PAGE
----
Not-so-silly cilia: Are you making us sick?

In recent years, cilia — microscopic, tentacle-like extensions from biological cells — have risen from relative obscurity, and are now considered important to the understanding of many human afflictions.

Researchers describe recent discoveries involving cilia-related diseases (called “ciliopathies”) and highlight models that could be useful for systematic study of ciliopathies.

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Helping move things around the body

Cilia perform a broad range of functions, including a starring role in cell signalling. Motile ones wiggle and so move fluids within the body — including cerebrospinal fluid in the brain. They’re also what’s in charge of moving eggs (ova) from the ovaries down the fallopian tubes to the uterus.

In humans, cilia are found on almost every cell in the body. Because of this, ciliopathies often make themselves known as syndromes with widely varying effects on a number of tissue types.

Cliia and epithelial cell layers

“Epithelial cell layers line all of the inner and outer body and organ surfaces in the human body, for example in the lung, intestine, pancreas and in the inner ear,” says Moritz Gegg of the Institute of Diabetes and Regeneration Research at the Helmholtz Center Munich in Germany, who was the lead author on a study published in October 2014.

Their work is based on the idea that cilia are precisely positioned on many epithelial cells. “Only through this exact positioning can cilia movements be coordinated so precisely that for example mucus can be transported from the lung or sound can be perceived from sensory inner ear hair cells,” says Helmholtz’ Heiko Lickert, one of the co-authors.

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The mechanics of cilia

Cilia are anchored by the basal bodies to the plasma membrane, and, like many other organelles, must be localized to a specific position in a cell.

To ensure this, the body’s Planar cell polarity (PCP) machinery goes into action. It orients organelles in single cells, but also determines the position of these cells within the plane of an epithelial layer. A complete loss of this cell polarity machinery can lead to very severe developmental disorders — such as chronic bronchitis, deafness or other birth defects.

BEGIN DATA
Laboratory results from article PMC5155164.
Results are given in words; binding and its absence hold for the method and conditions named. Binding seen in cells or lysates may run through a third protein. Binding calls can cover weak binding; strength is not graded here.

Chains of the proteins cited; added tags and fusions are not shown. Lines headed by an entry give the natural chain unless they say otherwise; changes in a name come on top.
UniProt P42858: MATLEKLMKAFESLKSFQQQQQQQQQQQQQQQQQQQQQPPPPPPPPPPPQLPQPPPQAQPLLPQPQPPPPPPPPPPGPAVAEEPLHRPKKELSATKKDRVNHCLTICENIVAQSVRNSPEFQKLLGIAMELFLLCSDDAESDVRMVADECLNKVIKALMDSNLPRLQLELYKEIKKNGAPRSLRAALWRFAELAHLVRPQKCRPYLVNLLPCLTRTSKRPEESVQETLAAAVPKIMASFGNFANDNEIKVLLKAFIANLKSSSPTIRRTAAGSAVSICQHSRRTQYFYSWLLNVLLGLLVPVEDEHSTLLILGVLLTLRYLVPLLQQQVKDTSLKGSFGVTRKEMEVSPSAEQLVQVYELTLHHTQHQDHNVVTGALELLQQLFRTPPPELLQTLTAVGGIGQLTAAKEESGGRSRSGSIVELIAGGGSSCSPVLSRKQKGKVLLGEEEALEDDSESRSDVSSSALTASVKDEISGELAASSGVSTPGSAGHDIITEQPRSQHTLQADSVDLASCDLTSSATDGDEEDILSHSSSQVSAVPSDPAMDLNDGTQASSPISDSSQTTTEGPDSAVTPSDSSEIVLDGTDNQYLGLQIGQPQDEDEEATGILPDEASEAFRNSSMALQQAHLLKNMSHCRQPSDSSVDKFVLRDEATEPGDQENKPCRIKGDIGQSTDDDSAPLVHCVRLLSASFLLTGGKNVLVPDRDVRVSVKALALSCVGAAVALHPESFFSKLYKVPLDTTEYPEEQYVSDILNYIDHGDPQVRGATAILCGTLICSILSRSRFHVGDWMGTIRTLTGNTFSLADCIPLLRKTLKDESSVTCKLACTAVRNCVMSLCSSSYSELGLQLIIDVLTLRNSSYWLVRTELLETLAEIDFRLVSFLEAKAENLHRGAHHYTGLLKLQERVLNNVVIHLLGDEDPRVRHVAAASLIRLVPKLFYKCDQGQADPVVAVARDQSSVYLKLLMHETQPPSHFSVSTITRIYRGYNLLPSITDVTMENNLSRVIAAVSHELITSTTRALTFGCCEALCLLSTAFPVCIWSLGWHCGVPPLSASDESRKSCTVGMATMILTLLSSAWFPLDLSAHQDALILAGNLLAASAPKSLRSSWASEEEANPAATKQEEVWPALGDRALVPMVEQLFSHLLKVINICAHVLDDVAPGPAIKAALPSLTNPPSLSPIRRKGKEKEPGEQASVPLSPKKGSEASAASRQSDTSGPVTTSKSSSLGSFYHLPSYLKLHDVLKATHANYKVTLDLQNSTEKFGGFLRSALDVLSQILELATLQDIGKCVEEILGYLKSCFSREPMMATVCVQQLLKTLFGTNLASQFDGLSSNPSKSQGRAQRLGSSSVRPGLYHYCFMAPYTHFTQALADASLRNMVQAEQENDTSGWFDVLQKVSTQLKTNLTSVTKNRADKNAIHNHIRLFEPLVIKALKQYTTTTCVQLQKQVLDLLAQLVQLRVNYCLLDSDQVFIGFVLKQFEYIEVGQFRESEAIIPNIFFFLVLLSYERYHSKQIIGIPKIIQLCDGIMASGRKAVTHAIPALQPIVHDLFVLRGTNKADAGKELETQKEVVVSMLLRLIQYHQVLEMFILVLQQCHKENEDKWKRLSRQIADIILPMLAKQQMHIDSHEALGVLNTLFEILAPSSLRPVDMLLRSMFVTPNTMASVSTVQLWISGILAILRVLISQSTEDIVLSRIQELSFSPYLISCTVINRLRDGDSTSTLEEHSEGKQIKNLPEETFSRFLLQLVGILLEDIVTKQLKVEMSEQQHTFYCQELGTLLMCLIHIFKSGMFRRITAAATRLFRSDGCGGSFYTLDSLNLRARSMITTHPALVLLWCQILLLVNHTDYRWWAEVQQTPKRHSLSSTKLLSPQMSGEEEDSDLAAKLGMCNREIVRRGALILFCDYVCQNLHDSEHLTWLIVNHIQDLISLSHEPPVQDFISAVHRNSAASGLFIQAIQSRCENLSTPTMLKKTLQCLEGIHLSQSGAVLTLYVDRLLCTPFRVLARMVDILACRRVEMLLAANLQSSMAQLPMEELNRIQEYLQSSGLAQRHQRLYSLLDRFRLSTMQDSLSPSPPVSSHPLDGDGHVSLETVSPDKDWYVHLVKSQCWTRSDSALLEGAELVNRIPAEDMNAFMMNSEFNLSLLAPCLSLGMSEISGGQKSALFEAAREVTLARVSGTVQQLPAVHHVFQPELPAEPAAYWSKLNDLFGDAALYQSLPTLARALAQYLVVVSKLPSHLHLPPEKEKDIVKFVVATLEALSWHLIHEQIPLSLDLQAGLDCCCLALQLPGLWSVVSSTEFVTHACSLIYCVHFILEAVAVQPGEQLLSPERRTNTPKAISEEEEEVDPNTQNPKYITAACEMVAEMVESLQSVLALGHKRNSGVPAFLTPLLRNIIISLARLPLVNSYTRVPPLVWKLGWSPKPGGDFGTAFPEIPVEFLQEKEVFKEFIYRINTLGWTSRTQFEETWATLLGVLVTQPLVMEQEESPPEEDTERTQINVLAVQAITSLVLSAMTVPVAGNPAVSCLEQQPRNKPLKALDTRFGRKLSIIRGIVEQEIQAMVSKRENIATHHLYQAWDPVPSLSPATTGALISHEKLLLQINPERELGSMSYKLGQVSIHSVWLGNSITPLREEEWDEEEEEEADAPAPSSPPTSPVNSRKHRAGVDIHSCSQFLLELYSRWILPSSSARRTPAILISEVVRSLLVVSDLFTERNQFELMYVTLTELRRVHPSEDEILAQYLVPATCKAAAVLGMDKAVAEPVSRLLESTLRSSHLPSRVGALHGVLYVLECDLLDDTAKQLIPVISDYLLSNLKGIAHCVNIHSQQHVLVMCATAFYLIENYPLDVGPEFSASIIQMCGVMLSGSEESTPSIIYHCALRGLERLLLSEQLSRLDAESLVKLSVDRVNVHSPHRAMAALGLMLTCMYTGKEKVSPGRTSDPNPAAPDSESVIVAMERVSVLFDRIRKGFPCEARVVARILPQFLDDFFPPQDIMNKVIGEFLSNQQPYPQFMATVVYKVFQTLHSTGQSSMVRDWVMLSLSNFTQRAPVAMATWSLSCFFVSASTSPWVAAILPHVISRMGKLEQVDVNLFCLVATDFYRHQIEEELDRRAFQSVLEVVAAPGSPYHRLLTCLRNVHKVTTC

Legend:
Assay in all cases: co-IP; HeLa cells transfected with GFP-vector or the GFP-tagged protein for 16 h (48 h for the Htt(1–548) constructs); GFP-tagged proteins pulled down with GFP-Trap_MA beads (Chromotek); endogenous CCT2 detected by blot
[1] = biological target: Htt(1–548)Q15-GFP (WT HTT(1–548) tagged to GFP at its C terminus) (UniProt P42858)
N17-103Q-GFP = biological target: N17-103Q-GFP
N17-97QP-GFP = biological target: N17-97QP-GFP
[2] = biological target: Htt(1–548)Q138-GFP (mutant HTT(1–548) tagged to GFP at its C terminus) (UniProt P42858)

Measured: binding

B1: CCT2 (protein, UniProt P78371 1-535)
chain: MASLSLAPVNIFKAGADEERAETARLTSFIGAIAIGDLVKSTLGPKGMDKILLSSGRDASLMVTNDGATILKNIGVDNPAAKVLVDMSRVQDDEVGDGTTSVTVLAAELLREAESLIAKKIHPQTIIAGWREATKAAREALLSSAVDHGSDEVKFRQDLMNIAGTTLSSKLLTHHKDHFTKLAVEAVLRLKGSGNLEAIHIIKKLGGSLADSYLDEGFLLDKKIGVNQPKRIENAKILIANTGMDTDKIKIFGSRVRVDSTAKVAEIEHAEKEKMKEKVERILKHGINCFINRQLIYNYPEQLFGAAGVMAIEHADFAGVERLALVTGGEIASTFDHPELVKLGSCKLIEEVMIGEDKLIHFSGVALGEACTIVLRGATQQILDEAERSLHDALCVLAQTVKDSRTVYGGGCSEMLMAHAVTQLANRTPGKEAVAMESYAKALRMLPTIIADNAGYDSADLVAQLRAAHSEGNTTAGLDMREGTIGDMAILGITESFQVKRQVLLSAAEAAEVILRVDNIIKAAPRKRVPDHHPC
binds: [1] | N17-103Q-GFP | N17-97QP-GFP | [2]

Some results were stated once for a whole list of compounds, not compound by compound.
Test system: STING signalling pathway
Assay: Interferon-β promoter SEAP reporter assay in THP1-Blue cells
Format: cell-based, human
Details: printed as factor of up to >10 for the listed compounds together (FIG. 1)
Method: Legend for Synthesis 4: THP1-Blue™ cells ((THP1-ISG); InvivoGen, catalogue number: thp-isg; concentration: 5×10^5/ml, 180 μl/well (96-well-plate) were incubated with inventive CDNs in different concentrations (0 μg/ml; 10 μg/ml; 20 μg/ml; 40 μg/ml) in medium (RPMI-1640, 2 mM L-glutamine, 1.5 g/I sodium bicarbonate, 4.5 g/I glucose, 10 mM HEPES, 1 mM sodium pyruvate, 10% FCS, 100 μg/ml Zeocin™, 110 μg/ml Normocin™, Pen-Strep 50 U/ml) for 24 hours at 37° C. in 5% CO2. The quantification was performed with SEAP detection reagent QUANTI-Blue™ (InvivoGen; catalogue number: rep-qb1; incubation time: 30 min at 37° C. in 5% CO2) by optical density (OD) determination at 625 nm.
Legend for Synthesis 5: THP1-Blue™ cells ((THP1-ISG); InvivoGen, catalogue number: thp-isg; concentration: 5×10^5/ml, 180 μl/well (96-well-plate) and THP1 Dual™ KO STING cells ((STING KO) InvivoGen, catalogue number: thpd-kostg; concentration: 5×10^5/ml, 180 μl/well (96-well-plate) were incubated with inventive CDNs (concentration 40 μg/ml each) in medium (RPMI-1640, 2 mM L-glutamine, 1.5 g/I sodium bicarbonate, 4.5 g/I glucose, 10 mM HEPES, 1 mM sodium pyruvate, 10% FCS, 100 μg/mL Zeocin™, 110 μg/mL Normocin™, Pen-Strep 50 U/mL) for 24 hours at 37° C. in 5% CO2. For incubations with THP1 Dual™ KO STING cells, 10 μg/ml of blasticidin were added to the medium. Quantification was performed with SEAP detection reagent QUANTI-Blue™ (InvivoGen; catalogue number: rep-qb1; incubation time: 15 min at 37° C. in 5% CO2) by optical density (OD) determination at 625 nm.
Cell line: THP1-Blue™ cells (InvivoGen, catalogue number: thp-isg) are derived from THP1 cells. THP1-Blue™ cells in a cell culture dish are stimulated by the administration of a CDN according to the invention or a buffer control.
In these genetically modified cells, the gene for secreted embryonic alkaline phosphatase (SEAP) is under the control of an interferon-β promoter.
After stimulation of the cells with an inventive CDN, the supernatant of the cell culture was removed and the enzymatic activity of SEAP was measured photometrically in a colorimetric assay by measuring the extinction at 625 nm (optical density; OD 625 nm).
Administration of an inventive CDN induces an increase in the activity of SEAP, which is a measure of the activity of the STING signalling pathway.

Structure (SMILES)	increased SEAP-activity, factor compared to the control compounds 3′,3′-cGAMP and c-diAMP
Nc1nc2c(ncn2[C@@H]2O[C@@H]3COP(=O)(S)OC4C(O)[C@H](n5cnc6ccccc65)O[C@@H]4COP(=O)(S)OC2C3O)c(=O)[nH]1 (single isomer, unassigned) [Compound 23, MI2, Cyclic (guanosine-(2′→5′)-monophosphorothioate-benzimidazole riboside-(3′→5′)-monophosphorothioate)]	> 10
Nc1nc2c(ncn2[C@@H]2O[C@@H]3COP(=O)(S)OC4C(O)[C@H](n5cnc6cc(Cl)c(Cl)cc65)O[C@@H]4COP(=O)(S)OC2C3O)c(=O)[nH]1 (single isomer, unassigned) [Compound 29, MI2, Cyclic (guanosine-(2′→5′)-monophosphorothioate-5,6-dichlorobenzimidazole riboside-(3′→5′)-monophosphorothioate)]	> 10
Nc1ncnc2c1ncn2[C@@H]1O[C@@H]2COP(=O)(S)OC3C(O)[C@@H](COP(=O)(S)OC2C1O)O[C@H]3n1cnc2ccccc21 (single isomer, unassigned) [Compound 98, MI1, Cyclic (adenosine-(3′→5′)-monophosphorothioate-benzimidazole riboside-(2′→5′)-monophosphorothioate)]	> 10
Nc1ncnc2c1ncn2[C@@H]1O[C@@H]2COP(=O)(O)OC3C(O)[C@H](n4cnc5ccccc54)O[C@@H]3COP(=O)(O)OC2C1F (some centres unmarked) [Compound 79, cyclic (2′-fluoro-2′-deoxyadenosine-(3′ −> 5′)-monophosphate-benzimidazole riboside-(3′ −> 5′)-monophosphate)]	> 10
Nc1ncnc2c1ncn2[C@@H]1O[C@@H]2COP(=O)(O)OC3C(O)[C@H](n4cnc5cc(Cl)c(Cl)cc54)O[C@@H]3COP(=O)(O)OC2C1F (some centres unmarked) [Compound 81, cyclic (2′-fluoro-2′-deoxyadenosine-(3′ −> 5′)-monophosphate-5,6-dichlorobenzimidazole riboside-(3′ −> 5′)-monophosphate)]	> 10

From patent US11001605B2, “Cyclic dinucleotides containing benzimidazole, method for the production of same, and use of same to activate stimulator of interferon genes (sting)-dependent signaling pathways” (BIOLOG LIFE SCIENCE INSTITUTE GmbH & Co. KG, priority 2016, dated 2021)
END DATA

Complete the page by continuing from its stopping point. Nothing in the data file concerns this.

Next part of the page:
Several proteins assist in the formation of this cell polarity machinery by influencing the orientation of the intracellular cytoskeleton. Thus, a complex of PCP proteins can coordinate the localization of individual organelles and cells in the epithelial cell assembly. Although many proteins that regulate these processes are already known, scientists have wondered for a long time how both systems interact with each other to acquire planar cell polarity.



Gegg and other researchers created a model and found that two different proteins positios the basal body — and, thus, the cilia. Models without a particular functional protein (the uncharacterized gene Flattop, or Fltp) showed a defect in cilia formation on the surface of the lung epithelium — and the cilia in the inner ear were not correctly localized.

“A dysregulation of cilia formation and function leads to a wide spectrum of diseases in human, i.e. ciliopathies such as diabetes, chronic lung diseases, deafness and also cancer,” says Lickert.

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Fltp could also be dysfunctional in patients with lung diseases. Loss of this protein leads to defects of the sensory cells in the inner ear.

In addition, there are indications that Fltp regulates cell division in the intestine. Says Gegg, “Further studies are needed to elucidate exactly how the protein complex consisting of Fltp, Dlg3, the core PCP proteins and the basal body proteins interacts with the cytoskeleton. In addition, the important question needs to be clarified to what extent this protein complex also fulfills a similar function in other epithelial cell types.”

More research on faulty cilia

In a December 2014 BioScience article, George B Witman, of the University of Massachusetts Medical School, and Jason M Brown, of Salem State University, also point to a number of human diseases in which cilia may play a role — for example, some cancers and neurological diseases may be related to ciliopathies.

For instance, the ciliopathy Jeune asphyxiating thoracic dystrophy involves the development of abnormally short ribs, accompanied by short limbs and, occasionally, the development of extra digits.

In primary ciliary dyskinesia, motile cilia are dysfunctional and fail to beat. This can lead to bronchitis resulting from the failure to clear mucus from the sufferer’s airways. Male patients with primary ciliary dyskinesia are infertile because of impaired motility of the sperm’s flagellum (as flagella and cilia are structurally similar).

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Because of the limitations placed on research involving humans, Witman and Brown propose the use of model species ranging from the green alga Chlamydomonas to the house mouse to further study the role of cilia. They write, “We can anticipate that new and improved techniques will open new avenues for gaining further insight into these immensely important and ever more fascinating cell organelles.”



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